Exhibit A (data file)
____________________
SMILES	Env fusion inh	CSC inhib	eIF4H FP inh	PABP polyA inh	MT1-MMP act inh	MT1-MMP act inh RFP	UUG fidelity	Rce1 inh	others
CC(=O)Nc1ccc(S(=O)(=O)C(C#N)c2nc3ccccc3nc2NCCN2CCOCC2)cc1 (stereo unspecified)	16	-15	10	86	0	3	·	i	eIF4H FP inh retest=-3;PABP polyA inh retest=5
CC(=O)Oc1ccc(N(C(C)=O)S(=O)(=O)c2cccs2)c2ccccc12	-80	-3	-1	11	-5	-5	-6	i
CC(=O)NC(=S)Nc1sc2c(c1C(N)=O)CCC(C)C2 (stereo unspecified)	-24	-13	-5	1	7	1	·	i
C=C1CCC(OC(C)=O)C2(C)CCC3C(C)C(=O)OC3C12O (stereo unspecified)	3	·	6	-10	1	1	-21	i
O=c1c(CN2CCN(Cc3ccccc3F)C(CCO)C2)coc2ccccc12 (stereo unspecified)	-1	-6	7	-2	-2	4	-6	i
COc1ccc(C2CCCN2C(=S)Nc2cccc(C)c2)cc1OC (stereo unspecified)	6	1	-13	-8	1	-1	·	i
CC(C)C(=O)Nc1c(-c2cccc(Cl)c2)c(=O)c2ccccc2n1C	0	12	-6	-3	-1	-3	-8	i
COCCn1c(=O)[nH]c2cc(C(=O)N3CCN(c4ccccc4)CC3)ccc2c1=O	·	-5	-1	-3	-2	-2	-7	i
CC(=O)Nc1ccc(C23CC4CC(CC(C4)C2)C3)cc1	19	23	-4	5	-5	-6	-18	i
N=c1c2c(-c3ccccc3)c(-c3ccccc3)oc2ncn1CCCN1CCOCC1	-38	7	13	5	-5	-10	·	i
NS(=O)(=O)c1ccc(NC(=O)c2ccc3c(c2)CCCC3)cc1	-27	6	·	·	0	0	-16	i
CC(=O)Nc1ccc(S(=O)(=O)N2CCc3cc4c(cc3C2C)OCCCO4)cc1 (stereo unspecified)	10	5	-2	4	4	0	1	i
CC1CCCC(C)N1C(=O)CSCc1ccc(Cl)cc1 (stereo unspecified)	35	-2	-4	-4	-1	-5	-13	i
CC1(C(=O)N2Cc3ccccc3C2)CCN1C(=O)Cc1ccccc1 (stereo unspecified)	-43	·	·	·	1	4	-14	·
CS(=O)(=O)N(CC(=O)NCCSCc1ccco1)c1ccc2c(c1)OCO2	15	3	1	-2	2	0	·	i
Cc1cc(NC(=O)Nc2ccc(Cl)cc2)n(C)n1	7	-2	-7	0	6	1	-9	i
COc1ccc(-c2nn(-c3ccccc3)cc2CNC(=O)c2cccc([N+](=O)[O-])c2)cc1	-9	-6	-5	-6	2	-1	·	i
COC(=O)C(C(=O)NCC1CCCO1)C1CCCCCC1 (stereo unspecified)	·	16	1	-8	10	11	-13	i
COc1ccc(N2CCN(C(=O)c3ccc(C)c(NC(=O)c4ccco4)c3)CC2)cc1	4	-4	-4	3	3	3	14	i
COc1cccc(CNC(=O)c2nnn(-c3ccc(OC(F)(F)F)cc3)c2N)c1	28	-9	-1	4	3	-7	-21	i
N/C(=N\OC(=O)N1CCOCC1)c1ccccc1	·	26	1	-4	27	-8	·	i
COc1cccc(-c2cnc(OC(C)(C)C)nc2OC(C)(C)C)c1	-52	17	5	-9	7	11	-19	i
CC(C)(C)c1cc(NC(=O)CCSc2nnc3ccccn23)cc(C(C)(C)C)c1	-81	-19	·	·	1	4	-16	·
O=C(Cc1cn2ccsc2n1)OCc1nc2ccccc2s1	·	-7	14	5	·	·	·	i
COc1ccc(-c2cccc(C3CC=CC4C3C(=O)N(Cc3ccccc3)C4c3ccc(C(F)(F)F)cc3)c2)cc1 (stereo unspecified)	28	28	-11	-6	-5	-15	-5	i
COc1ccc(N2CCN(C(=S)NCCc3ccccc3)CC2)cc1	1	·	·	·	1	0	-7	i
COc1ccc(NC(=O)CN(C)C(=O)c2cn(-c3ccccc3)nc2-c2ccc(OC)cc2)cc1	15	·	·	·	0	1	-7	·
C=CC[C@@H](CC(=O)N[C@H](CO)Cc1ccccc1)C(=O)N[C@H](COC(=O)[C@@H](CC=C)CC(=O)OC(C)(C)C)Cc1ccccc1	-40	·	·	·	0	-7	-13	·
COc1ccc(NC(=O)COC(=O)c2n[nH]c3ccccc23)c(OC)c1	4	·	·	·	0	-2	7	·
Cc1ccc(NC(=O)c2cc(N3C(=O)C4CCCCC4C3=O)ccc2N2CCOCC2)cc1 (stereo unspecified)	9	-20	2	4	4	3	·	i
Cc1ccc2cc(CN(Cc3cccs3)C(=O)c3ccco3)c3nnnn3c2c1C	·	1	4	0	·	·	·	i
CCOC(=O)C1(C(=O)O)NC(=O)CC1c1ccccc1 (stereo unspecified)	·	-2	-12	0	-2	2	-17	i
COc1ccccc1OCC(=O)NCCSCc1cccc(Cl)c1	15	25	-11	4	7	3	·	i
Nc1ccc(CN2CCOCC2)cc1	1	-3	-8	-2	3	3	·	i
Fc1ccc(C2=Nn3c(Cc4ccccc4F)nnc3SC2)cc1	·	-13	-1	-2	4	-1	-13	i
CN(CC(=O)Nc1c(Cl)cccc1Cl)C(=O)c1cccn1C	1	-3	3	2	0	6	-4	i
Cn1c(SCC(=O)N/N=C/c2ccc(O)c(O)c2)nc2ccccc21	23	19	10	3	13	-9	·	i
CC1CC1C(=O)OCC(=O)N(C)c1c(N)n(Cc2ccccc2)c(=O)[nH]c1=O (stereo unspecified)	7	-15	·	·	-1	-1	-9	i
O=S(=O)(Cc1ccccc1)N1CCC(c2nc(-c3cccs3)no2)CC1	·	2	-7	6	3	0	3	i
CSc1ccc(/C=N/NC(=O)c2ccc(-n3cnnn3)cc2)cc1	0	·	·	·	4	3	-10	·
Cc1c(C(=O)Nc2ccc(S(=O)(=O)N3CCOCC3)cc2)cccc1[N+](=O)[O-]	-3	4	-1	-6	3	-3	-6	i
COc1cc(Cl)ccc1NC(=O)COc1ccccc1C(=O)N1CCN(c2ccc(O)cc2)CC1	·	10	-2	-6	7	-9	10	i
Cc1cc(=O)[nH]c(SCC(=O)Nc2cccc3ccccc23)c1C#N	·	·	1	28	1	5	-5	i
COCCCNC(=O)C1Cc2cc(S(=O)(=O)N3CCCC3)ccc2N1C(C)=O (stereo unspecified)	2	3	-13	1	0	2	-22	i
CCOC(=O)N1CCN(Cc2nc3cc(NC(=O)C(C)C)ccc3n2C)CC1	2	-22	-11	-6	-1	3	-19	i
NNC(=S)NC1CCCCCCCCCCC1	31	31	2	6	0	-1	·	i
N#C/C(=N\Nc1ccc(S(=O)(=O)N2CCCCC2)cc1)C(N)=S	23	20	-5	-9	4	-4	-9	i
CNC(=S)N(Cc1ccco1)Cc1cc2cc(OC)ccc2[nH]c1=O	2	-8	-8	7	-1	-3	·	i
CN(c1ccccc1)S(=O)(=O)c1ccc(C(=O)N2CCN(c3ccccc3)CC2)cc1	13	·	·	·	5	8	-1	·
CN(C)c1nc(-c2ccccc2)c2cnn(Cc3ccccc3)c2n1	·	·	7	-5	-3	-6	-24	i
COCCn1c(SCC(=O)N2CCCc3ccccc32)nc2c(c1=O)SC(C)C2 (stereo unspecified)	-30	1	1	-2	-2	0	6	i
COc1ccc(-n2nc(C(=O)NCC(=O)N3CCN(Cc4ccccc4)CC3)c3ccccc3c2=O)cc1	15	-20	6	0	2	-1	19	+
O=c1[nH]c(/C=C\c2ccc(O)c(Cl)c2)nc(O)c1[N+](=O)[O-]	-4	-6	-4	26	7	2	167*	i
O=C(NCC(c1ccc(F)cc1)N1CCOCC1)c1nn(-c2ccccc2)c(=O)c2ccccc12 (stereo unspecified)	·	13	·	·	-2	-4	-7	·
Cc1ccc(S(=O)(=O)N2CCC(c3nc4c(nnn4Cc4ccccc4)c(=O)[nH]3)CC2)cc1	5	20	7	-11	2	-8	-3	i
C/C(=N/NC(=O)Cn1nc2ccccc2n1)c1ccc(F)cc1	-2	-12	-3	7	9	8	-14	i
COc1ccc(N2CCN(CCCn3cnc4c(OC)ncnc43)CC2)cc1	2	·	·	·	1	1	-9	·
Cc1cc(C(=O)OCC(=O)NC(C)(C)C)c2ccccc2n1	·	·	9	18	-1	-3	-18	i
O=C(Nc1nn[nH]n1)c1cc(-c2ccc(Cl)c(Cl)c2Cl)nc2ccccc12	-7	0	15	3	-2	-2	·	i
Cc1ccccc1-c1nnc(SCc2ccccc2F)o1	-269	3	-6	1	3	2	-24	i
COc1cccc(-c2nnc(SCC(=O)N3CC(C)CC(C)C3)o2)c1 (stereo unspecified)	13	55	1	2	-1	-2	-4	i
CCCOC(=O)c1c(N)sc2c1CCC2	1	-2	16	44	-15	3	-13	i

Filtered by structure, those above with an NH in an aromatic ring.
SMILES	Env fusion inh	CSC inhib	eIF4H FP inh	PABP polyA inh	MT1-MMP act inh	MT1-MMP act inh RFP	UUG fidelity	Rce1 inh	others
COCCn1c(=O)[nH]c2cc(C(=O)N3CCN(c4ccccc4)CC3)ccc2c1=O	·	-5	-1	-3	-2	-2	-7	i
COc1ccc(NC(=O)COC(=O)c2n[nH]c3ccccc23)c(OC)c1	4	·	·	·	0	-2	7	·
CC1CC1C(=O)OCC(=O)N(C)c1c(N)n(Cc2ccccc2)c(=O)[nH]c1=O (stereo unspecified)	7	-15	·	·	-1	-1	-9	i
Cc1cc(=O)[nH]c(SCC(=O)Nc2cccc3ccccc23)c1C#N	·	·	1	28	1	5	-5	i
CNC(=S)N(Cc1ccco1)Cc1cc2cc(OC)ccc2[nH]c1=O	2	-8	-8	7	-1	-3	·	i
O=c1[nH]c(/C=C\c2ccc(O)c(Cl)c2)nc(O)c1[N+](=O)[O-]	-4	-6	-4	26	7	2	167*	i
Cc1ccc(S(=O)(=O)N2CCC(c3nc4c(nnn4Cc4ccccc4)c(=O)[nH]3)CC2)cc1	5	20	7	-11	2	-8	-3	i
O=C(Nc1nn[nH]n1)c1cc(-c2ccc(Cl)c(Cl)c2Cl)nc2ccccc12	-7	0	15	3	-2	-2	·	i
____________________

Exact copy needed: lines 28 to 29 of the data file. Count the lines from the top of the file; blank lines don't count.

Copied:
COc1ccc(NC(=O)CN(C)C(=O)c2cn(-c3ccccc3)nc2-c2ccc(OC)cc2)cc1	15	·	·	·	0	1	-7	·
C=CC[C@@H](CC(=O)N[C@H](CO)Cc1ccccc1)C(=O)N[C@H](COC(=O)[C@@H](CC=C)CC(=O)OC(C)(C)C)Cc1ccccc1	-40	·	·	·	0	-7	-13	·